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Thursday, May 31, 2012

FLCC Conservation Field Camp 2012

(l to r: Madie, Clinton, John, Alyssa)
Last week was spent at our residential field course CON 190: Conservation Field Camp. The course is required for our Conservation, Conservation Law and Environmental Studies majors. It is one week of looooong days at Camp Cutler Scout Camp in Bristol, NY (Resulting in a loooonng post here). The students rotate among different disciplines throughout the week. For faculty, this means repeating the same day over and over with different students. I spent the week with co-instructor Clinton Krager and our two Technicians Madie and Alyssa. Activities included small mammal trapping, Breeding Bird Atlas protocol, GPS, tracking, and of course camera trapping.
Here are some highlights --

Lactating Peromyscus
(South Bristol, NY 5/12)
Small mammal trapping was a huge success. Clinton runs the trap lines and had 60 Sherman traps set out in brushy and grass habitats. We captured four species this year with the big miss being meadow vole. Many of the critters were in breeding condition as indicated by swollen mammaries. Students took turns taking animals from the traps, handling them safely and applying ear tags.

Notice the swollen mammaries between the hind legs of this Peromyscus sp. Once animals were processed, they were returned to the spot they were captured.

An additional 12 traps were set specifically to target flying squirrels. They were set in a hardwood forest at about five feet off the ground. Traps are attached to the trees using surveyors flagging. Each day we caught two or three flying squirrels and they were a huge hit with the students. Although flying squirrels are common in our area, they are not commonly seen. We have both northern and southern flyers and sometimes catch both species.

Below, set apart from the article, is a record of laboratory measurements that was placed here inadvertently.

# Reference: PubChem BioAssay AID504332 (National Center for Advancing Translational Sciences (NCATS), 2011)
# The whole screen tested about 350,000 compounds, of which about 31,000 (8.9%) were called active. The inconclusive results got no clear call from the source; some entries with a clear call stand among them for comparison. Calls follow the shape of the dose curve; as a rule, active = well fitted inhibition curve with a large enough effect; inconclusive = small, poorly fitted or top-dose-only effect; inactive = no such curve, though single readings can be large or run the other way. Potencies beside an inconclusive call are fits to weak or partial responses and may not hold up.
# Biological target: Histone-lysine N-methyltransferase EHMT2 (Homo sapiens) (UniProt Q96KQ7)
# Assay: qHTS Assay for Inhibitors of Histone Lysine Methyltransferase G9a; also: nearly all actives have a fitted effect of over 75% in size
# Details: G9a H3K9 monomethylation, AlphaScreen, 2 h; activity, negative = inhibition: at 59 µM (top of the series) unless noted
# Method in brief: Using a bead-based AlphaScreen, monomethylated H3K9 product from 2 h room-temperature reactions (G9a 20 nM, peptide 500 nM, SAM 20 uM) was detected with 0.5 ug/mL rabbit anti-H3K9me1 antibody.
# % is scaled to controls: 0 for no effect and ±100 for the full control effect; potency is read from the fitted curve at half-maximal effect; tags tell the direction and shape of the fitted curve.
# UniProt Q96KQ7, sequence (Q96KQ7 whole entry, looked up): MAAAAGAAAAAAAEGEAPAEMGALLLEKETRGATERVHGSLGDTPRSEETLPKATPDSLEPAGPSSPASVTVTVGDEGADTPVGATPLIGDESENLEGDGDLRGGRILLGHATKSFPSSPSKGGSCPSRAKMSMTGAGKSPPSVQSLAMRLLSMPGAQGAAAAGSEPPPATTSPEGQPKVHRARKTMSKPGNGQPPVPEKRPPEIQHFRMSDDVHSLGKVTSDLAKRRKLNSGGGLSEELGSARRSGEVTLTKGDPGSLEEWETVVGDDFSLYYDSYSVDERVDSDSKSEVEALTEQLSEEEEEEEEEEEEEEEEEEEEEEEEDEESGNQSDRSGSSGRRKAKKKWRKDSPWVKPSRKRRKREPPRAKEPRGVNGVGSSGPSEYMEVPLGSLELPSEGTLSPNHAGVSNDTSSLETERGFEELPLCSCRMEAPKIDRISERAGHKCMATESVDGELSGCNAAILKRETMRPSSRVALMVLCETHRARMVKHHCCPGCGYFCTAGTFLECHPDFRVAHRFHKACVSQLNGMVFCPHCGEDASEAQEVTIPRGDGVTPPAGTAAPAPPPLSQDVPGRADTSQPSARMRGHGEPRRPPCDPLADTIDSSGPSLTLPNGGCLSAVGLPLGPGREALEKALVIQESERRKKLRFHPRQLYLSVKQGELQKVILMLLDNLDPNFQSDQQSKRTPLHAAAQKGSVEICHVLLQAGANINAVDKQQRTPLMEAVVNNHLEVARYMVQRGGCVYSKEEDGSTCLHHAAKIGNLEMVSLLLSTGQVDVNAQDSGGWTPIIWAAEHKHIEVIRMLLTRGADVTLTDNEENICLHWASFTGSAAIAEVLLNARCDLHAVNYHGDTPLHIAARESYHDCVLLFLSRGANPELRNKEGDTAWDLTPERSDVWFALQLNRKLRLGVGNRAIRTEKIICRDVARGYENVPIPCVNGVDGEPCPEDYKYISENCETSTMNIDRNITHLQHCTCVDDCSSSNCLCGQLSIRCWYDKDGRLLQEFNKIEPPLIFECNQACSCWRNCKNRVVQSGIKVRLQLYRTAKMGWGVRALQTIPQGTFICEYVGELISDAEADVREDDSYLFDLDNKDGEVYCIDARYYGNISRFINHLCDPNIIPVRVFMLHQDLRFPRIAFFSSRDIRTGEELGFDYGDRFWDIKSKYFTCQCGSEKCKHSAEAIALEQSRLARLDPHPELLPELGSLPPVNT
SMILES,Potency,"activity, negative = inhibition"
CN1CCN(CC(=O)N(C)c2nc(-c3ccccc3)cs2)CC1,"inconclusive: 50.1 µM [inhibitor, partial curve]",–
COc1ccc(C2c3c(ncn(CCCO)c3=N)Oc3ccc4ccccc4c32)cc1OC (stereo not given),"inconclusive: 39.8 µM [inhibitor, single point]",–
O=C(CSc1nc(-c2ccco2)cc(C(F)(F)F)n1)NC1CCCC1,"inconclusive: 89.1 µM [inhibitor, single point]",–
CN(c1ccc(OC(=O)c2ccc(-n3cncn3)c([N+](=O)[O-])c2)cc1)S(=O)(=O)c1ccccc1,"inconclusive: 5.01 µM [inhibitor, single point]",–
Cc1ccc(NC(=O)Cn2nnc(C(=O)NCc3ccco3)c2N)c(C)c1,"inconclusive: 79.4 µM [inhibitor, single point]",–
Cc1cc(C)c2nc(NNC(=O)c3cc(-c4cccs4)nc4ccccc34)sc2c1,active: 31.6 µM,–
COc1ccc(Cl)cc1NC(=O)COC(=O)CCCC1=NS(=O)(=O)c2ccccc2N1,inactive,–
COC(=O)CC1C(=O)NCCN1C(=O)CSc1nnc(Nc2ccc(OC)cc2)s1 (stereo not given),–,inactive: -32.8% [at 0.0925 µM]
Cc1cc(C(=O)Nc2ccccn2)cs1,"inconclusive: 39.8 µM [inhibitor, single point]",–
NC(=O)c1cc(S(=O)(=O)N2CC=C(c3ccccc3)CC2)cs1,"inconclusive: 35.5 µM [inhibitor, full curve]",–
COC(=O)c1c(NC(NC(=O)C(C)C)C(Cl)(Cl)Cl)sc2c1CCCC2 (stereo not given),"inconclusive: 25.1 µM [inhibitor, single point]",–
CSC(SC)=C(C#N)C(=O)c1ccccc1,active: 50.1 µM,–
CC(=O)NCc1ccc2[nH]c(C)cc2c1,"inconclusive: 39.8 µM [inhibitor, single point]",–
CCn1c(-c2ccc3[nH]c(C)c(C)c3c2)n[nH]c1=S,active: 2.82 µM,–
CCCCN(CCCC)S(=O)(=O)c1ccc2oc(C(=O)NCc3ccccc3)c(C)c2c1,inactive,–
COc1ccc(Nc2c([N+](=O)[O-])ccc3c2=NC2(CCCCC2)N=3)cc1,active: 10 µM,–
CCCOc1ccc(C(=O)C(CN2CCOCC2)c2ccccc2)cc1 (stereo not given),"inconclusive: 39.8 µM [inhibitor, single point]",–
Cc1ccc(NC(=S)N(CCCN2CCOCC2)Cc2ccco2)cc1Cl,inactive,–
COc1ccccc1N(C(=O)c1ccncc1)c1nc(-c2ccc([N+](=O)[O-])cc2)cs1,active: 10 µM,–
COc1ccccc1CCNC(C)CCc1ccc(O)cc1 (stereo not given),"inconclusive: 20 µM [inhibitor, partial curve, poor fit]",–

Clinton and Madie affixing a flying squirrel trap
(South Bristol, NY 5/12)

We have found that putting the critters in a glass jar helps to calm them down. In most cases, the animals will almost immediately calm down and even groom themselves. It also helps the students to see the animal at leasiure. Below is a flying squirrel:
Flying squirrel
(South Bristol, NY 5/12)
Flying squirrel patagium
(South Bristol, NY 5/12)
We did not ear tag any of the squirrels so I am not sure how many individuals we captured. We would release the squirrels and watch as they climbed a tree. Often, the squirrel would then launch itself to another tree to the delight of all. I have yet to capture a photo of that though so you will have to settle for a picture of the crowd in rapt anticipation.

The results of our camera trapping were equally exciting. We placed 12 cameras out a week before the class and then pulled SD cards from some each day. We tallied 12 species of mammal and five species of birds. Here are some of the better ones:

Mammal species captured:
-White-tailed deer
-Red fox
-Striped skunk
-Weasel sp. ***
-Gray squirrel
-Red squirrel
-Eastern chipmunk
-Flying squirrel sp.
-White-footed mouse sp.

 We had no shortage of raccoon photos. One in particular looked like a young coon. Note the color on this photo. This is the Cuddeback Attack with infrared and I believe that this color occurs when there is some ambient light but the flash still triggers.